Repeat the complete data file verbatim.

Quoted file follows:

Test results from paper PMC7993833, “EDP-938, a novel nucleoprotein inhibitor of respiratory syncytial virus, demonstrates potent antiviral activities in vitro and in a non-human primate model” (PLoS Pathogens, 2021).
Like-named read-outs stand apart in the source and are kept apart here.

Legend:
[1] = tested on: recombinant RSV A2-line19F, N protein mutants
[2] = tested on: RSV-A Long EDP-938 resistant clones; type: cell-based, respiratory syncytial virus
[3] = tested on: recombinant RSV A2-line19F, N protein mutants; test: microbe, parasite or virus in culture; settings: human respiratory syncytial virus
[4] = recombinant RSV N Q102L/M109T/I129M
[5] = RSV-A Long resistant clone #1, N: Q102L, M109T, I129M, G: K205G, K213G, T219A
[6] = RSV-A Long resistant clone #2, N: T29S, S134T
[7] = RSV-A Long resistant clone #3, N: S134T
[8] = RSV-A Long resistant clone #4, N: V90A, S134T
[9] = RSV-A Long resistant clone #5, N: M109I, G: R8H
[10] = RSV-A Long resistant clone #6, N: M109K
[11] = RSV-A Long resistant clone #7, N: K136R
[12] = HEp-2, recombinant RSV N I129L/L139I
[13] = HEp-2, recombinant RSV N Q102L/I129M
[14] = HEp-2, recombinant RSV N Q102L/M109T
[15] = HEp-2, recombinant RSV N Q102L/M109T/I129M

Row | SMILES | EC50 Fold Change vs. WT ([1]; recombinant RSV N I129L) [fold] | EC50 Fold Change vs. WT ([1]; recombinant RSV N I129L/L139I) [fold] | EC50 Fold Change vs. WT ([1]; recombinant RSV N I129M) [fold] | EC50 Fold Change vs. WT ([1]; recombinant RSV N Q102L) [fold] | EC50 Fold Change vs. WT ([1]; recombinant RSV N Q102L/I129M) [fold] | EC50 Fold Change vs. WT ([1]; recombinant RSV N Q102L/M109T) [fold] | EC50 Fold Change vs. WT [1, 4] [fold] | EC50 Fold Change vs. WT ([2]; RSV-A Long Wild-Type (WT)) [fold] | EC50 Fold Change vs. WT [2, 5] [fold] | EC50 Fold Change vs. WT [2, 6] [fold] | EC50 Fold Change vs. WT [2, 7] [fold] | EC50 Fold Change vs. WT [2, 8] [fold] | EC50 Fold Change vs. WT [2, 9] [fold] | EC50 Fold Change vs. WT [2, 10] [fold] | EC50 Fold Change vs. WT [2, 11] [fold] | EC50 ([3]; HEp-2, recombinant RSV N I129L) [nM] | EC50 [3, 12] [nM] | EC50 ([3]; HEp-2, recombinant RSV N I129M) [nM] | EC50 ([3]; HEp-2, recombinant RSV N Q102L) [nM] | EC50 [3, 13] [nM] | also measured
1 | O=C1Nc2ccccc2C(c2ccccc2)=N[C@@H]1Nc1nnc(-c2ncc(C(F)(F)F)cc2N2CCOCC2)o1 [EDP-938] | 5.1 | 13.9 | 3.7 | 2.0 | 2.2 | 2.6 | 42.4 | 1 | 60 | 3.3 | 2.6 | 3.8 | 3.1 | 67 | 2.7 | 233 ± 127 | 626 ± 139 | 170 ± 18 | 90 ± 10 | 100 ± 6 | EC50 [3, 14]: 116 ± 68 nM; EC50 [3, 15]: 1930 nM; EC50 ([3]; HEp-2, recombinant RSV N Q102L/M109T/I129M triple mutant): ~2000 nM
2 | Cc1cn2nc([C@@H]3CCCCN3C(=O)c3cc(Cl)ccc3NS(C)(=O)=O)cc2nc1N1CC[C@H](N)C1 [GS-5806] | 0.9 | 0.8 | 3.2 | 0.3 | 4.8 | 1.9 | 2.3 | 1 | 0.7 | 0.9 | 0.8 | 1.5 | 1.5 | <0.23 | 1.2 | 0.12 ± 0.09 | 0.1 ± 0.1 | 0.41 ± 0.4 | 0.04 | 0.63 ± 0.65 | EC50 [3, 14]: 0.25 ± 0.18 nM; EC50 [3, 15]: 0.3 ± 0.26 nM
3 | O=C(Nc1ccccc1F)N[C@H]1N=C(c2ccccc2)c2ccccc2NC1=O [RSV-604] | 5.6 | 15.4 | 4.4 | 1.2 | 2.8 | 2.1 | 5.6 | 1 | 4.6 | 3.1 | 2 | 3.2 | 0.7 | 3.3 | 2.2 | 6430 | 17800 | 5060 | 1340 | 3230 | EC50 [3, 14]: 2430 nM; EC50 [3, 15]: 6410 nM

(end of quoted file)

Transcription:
Test results from paper PMC7993833, “EDP-938, a novel nucleoprotein inhibitor of respiratory syncytial virus, demonstrates potent antiviral activities in vitro and in a non-human primate model” (PLoS Pathogens, 2021).
Like-named read-outs stand apart in the source and are kept apart here.

Legend:
[1] = tested on: recombinant RSV A2-line19F, N protein mutants
[2] = tested on: RSV-A Long EDP-938 resistant clones; type: cell-based, respiratory syncytial virus
[3] = tested on: recombinant RSV A2-line19F, N protein mutants; test: microbe, parasite or virus in culture; settings: human respiratory syncytial virus
[4] = recombinant RSV N Q102L/M109T/I129M
[5] = RSV-A Long resistant clone #1, N: Q102L, M109T, I129M, G: K205G, K213G, T219A
[6] = RSV-A Long resistant clone #2, N: T29S, S134T
[7] = RSV-A Long resistant clone #3, N: S134T
[8] = RSV-A Long resistant clone #4, N: V90A, S134T
[9] = RSV-A Long resistant clone #5, N: M109I, G: R8H
[10] = RSV-A Long resistant clone #6, N: M109K
[11] = RSV-A Long resistant clone #7, N: K136R
[12] = HEp-2, recombinant RSV N I129L/L139I
[13] = HEp-2, recombinant RSV N Q102L/I129M
[14] = HEp-2, recombinant RSV N Q102L/M109T
[15] = HEp-2, recombinant RSV N Q102L/M109T/I129M

Row | SMILES | EC50 Fold Change vs. WT ([1]; recombinant RSV N I129L) [fold] | EC50 Fold Change vs. WT ([1]; recombinant RSV N I129L/L139I) [fold] | EC50 Fold Change vs. WT ([1]; recombinant RSV N I129M) [fold] | EC50 Fold Change vs. WT ([1]; recombinant RSV N Q102L) [fold] | EC50 Fold Change vs. WT ([1]; recombinant RSV N Q102L/I129M) [fold] | EC50 Fold Change vs. WT ([1]; recombinant RSV N Q102L/M109T) [fold] | EC50 Fold Change vs. WT [1, 4] [fold] | EC50 Fold Change vs. WT ([2]; RSV-A Long Wild-Type (WT)) [fold] | EC50 Fold Change vs. WT [2, 5] [fold] | EC50 Fold Change vs. WT [2, 6] [fold] | EC50 Fold Change vs. WT [2, 7] [fold] | EC50 Fold Change vs. WT [2, 8] [fold] | EC50 Fold Change vs. WT [2, 9] [fold] | EC50 Fold Change vs. WT [2, 10] [fold] | EC50 Fold Change vs. WT [2, 11] [fold] | EC50 ([3]; HEp-2, recombinant RSV N I129L) [nM] | EC50 [3, 12] [nM] | EC50 ([3]; HEp-2, recombinant RSV N I129M) [nM] | EC50 ([3]; HEp-2, recombinant RSV N Q102L) [nM] | EC50 [3, 13] [nM] | also measured
1 | O=C1Nc2ccccc2C(c2ccccc2)=N[C@@H]1Nc1nnc(-c2ncc(C(F)(F)F)cc2N2CCOCC2)o1 [EDP-938] | 5.1 | 13.9 | 3.7 | 2.0 | 2.2 | 2.6 | 42.4 | 1 | 60 | 3.3 | 2.6 | 3.8 | 3.1 | 67 | 2.7 | 233 ± 127 | 626 ± 139 | 170 ± 18 | 90 ± 10 | 100 ± 6 | EC50 [3, 14]: 116 ± 68 nM; EC50 [3, 15]: 1930 nM; EC50 ([3]; HEp-2, recombinant RSV N Q102L/M109T/I129M triple mutant): ~2000 nM
2 | Cc1cn2nc([C@@H]3CCCCN3C(=O)c3cc(Cl)ccc3NS(C)(=O)=O)cc2nc1N1CC[C@H](N)C1 [GS-5806] | 0.9 | 0.8 | 3.2 | 0.3 | 4.8 | 1.9 | 2.3 | 1 | 0.7 | 0.9 | 0.8 | 1.5 | 1.5 | <0.23 | 1.2 | 0.12 ± 0.09 | 0.1 ± 0.1 | 0.41 ± 0.4 | 0.04 | 0.63 ± 0.65 | EC50 [3, 14]: 0.25 ± 0.18 nM; EC50 [3, 15]: 0.3 ± 0.26 nM
3 | O=C(Nc1ccccc1F)N[C@H]1N=C(c2ccccc2)c2ccccc2NC1=O [RSV-604] | 5.6 | 15.4 | 4.4 | 1.2 | 2.8 | 2.1 | 5.6 | 1 | 4.6 | 3.1 | 2 | 3.2 | 0.7 | 3.3 | 2.2 | 6430 | 17800 | 5060 | 1340 | 3230 | EC50 [3, 14]: 2430 nM; EC50 [3, 15]: 6410 nM